Escape Tip

Escape Tip is an inherently obvious automotive safety idea. The purpose of the Escape Tip is to provide all occupants of a vehicle the means to break a side window glass if needed. This technique is suggested by every credible safety expert in the field when asked how to escape a sinking vehicle. The Escape Tip is a slight modification to the standard automotive seatbelt latchplate. If made available in all new cars, death by vehicle immersion and entrapment will be significantly reduced.

Tuesday, December 27, 2005


339. NHTSA, the National Highway Traffic Safety Administration, has posted their 2004 traffic fatality statistics on the FARS, Fatality Analysis Reporting System, a web based encyclopedia ( ). In the year 2004, three hundred and thirty nine (339) people died due to vehicle immersion accidents.

This figure puts an ominous cap on the decade that this research tool has made these statistics available on the World Wide Web. In those ten years, over three thousand (3000) people have died, trapped in their cars under water. I can’t express how much this pains me. I hope beyond hope that soon, all people that occupy a vehicle will have an opportunity to break that vehicle’s side window glass giving them a chance to get to the surface and survive. In immersion fatality cases, this glass is often all that separates them from that chance. The ability to get out of a vehicle greatly increases a person’s odds of surviving. It is estimated that annually, over ten thousand (10,000) vehicles go into the water with almost everyone getting out alive. Some people are rescued by safety professionals or Good Samaritans but most are able to escape these accidents on their own. Ten thousand cars go into the water, and only three hundred and thirty nine (339) occupants can’t make it out alive. Roughly, this equates to three percent (3%).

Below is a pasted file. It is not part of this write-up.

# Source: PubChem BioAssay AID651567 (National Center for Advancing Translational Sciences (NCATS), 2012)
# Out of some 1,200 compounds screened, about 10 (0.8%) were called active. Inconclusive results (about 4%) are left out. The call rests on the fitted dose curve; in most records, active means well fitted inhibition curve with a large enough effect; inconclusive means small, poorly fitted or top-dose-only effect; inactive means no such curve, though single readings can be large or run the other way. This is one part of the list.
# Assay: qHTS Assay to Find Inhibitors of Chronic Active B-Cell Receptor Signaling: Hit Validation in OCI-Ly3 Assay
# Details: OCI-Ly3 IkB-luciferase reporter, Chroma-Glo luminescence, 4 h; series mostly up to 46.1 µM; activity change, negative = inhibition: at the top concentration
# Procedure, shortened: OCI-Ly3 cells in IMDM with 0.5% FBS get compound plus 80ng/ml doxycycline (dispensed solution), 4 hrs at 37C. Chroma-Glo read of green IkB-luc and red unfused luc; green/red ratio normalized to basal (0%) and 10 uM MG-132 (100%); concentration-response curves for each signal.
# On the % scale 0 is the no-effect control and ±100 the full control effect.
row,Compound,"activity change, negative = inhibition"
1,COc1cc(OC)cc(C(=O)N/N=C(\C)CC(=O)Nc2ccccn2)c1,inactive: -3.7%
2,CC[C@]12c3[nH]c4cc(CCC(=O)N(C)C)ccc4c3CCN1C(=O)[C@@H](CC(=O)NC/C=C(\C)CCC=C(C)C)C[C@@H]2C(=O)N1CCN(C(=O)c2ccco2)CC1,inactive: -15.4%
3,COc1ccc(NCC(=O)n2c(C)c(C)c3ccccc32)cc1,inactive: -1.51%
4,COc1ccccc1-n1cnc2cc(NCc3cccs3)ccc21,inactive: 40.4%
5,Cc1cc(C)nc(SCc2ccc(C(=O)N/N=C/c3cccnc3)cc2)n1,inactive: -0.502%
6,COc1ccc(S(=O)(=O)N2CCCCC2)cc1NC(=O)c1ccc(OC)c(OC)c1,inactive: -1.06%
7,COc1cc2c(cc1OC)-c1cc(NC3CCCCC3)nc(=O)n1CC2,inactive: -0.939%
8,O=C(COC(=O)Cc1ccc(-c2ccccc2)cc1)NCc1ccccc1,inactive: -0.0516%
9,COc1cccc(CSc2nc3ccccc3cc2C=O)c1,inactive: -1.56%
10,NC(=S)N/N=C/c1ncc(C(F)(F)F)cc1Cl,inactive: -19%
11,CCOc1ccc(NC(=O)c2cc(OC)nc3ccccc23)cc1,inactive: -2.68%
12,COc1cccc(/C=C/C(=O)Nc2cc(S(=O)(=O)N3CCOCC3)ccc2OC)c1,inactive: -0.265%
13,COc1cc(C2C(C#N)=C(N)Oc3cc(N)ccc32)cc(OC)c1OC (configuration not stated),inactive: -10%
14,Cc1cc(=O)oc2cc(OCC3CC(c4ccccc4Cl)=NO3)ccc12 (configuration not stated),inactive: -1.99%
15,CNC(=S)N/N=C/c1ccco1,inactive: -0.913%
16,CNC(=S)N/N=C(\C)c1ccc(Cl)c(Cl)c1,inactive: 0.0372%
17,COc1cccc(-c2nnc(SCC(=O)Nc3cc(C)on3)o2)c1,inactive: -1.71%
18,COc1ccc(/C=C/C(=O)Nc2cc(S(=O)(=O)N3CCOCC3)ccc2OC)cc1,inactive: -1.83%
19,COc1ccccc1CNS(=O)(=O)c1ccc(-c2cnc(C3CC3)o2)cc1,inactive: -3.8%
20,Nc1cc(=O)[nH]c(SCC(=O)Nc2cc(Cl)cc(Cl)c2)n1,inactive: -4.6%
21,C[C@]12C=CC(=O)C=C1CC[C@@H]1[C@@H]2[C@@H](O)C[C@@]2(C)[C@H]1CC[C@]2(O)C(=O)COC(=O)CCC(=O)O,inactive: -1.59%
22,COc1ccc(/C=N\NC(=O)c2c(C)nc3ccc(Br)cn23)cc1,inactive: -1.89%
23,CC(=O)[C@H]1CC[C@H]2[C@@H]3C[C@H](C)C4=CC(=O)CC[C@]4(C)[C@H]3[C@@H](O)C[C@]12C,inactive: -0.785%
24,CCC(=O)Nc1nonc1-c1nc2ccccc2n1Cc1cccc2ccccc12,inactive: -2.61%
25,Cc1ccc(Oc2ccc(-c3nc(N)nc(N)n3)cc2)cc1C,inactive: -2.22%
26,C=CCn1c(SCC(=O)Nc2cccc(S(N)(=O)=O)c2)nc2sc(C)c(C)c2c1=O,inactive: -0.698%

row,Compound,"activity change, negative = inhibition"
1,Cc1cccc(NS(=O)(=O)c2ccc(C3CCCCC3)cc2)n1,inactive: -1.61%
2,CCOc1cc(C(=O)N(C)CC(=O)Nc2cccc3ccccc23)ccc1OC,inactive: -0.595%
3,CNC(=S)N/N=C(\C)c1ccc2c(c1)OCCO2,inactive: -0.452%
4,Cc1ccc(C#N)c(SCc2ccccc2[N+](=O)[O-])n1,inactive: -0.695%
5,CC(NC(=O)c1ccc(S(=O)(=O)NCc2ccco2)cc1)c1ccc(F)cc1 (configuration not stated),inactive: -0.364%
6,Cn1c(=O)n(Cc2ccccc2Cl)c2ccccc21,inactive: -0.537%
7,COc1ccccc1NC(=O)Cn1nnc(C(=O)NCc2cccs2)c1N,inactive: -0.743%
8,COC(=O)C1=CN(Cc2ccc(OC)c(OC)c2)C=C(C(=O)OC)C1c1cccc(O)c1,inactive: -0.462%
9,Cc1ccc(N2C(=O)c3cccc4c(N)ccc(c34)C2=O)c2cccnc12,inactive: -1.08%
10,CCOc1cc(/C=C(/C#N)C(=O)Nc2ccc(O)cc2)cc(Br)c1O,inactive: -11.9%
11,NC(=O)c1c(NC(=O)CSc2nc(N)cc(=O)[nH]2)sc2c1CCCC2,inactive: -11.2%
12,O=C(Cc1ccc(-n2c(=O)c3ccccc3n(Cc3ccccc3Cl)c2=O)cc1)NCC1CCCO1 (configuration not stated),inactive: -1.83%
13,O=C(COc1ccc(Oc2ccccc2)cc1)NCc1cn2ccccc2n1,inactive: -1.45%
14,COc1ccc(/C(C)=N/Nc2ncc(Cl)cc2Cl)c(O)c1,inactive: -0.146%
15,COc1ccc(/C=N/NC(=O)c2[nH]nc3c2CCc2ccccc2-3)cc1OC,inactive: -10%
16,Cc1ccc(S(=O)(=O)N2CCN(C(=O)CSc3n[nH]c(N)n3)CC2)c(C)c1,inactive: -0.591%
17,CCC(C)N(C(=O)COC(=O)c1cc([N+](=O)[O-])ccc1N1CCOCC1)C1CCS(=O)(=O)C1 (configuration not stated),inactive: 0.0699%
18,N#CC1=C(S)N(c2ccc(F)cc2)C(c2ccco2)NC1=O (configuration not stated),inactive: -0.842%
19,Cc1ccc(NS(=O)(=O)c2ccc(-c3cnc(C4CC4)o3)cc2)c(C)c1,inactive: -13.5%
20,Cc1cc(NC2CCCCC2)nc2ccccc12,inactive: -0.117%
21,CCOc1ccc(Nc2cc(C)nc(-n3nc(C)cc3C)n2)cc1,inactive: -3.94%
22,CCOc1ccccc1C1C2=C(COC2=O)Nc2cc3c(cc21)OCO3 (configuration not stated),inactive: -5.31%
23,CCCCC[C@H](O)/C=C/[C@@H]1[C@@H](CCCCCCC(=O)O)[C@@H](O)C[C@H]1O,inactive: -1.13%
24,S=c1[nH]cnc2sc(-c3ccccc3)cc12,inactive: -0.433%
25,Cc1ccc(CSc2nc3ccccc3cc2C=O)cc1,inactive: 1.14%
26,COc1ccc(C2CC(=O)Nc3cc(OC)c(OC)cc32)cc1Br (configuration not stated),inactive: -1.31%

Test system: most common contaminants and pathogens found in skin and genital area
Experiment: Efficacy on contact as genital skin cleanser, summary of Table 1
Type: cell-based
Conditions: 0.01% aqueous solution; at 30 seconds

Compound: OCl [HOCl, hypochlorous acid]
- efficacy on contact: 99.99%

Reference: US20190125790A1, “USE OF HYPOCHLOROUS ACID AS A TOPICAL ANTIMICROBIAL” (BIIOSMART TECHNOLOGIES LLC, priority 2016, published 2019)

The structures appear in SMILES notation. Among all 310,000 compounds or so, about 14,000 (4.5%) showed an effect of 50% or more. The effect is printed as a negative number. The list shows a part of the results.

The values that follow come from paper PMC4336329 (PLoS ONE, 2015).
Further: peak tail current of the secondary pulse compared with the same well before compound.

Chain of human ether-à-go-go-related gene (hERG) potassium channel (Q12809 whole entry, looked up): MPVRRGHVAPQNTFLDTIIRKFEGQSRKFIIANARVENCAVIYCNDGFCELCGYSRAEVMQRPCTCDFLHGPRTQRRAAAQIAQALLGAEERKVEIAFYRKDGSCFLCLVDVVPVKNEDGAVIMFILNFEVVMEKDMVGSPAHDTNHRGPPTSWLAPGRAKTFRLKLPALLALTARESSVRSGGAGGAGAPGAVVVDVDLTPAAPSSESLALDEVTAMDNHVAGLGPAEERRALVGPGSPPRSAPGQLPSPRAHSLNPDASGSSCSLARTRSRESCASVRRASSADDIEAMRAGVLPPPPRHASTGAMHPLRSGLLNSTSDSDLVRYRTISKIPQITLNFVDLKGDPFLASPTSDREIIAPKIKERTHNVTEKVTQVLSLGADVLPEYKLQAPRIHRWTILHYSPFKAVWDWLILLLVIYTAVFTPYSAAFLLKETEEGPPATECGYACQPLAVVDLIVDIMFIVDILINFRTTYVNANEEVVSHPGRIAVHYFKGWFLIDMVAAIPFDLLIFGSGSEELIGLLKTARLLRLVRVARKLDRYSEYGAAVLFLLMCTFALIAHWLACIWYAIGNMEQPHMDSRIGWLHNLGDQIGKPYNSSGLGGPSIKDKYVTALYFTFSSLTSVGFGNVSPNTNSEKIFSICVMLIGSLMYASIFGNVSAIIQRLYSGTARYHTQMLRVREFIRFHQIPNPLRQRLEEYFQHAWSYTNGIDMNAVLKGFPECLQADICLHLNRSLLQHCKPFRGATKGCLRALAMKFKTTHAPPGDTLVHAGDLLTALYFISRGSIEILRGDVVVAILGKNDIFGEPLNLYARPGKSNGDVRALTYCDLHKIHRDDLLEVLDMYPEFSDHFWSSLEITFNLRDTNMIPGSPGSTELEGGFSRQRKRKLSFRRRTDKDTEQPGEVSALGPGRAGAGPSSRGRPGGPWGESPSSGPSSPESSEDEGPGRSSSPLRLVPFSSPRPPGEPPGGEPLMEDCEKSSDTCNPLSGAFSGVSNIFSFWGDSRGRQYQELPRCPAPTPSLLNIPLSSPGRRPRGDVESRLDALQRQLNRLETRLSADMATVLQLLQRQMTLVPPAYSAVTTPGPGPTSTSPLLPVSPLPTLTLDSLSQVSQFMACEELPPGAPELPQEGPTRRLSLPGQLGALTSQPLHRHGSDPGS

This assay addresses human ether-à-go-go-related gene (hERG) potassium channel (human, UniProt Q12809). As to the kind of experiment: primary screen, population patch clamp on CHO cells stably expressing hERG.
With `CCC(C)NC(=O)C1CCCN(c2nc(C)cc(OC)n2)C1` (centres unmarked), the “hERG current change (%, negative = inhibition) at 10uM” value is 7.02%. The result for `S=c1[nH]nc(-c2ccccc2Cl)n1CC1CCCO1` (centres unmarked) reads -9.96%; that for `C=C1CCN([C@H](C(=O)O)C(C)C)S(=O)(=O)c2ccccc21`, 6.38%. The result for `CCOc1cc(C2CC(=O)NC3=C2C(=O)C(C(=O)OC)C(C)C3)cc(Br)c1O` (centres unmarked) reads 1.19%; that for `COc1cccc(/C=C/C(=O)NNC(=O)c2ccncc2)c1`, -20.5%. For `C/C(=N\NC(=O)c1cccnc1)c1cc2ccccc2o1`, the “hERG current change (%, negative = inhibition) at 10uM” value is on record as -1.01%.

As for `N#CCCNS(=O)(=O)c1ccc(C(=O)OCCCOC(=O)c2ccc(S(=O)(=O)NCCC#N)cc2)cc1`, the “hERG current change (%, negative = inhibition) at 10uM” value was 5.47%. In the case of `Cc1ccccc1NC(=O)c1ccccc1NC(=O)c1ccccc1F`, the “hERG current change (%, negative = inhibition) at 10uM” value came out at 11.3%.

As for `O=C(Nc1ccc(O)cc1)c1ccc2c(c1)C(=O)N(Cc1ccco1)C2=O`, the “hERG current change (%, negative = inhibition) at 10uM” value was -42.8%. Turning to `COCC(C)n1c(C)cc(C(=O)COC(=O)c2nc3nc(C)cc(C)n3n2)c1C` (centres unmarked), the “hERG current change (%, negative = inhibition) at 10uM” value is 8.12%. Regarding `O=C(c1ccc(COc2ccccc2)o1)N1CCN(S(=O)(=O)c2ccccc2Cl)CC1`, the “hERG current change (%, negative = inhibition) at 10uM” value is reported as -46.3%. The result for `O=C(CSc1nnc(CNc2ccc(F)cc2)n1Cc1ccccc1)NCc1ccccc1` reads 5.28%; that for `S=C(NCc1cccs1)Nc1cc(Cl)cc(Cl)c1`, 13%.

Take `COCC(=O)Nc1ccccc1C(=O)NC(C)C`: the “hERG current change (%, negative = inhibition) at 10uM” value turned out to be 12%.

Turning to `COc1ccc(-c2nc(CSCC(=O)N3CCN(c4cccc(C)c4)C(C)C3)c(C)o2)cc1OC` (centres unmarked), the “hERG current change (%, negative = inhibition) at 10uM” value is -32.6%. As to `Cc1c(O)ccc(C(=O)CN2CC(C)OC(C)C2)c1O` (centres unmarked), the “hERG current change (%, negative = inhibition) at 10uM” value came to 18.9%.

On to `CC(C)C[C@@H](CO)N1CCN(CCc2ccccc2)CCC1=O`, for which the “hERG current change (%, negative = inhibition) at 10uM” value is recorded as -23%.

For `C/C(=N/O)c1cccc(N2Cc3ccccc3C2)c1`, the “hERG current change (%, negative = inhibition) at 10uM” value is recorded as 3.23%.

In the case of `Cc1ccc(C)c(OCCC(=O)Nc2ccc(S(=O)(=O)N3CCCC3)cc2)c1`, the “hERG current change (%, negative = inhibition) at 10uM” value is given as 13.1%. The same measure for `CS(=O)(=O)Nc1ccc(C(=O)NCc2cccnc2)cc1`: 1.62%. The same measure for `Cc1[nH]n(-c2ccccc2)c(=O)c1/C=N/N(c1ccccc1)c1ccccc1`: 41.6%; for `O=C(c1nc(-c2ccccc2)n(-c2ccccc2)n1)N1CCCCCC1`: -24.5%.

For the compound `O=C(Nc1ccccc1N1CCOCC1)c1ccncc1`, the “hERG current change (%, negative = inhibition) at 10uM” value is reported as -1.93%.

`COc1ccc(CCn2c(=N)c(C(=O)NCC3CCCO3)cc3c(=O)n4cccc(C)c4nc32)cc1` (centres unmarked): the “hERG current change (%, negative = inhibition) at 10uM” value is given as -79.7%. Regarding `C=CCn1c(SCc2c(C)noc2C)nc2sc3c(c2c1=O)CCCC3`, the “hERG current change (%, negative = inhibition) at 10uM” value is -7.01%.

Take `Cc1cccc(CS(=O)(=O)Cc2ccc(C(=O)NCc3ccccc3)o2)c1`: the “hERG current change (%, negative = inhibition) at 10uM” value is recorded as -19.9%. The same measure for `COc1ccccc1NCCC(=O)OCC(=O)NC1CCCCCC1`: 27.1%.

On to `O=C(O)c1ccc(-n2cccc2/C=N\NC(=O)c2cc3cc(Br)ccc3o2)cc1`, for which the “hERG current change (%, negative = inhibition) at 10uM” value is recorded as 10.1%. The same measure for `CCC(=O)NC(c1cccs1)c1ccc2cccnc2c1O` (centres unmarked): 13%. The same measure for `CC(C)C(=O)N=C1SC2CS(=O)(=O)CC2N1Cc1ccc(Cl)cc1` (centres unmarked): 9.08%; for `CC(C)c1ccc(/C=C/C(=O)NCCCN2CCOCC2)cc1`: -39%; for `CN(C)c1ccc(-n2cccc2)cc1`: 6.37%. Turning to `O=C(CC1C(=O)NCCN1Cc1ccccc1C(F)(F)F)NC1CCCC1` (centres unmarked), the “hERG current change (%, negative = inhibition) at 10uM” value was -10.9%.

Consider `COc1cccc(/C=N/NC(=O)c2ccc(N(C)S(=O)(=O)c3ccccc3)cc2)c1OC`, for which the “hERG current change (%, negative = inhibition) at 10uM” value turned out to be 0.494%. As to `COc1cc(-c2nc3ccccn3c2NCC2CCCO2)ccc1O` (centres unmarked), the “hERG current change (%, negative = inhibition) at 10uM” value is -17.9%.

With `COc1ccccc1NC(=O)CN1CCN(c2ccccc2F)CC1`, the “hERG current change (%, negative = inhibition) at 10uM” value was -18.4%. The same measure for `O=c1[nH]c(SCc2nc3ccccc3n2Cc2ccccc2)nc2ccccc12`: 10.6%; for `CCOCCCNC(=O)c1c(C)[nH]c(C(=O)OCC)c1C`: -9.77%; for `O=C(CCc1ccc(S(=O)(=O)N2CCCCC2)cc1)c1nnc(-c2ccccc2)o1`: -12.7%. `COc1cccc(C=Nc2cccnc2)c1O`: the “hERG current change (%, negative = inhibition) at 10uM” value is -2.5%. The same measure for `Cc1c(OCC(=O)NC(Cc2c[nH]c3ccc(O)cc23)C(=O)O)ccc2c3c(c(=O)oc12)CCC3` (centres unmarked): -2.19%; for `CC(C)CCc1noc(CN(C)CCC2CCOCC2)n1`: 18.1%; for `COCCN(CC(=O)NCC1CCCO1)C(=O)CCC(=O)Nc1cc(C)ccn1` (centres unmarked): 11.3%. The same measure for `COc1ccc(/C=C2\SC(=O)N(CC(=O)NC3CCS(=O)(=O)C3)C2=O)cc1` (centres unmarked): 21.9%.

I can’t believe that common sense and compassion won’t kick in soon and some accommodation to this issue will be reached. The Escape Tip makes sense for numerous reasons including its simplicity, efficacy, low price, and availability to all occupants in a vehicle. The Escape Tip simultaneously removes the occupant’s seatbelt and puts the glass break tool right in the palm of their hand. What could be smarter than that?

NHTSA, (last visited March 5, 2007).

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Vehicle submersion accidents kill people nearly every day. I'm on a quest to make automobiles just a little safer. For the last decade, NHTSA (National Highway Traffic safety Administration) has been keeping extensive records as to the causes and outcomes of traffic accidents on this nation's roads. In that time, an average of 300 people have drowned each year trapped in their vehicles underwater. My friends and I want to change that by giving people a fighting chance to survive. I hope that you'll read more here and at the website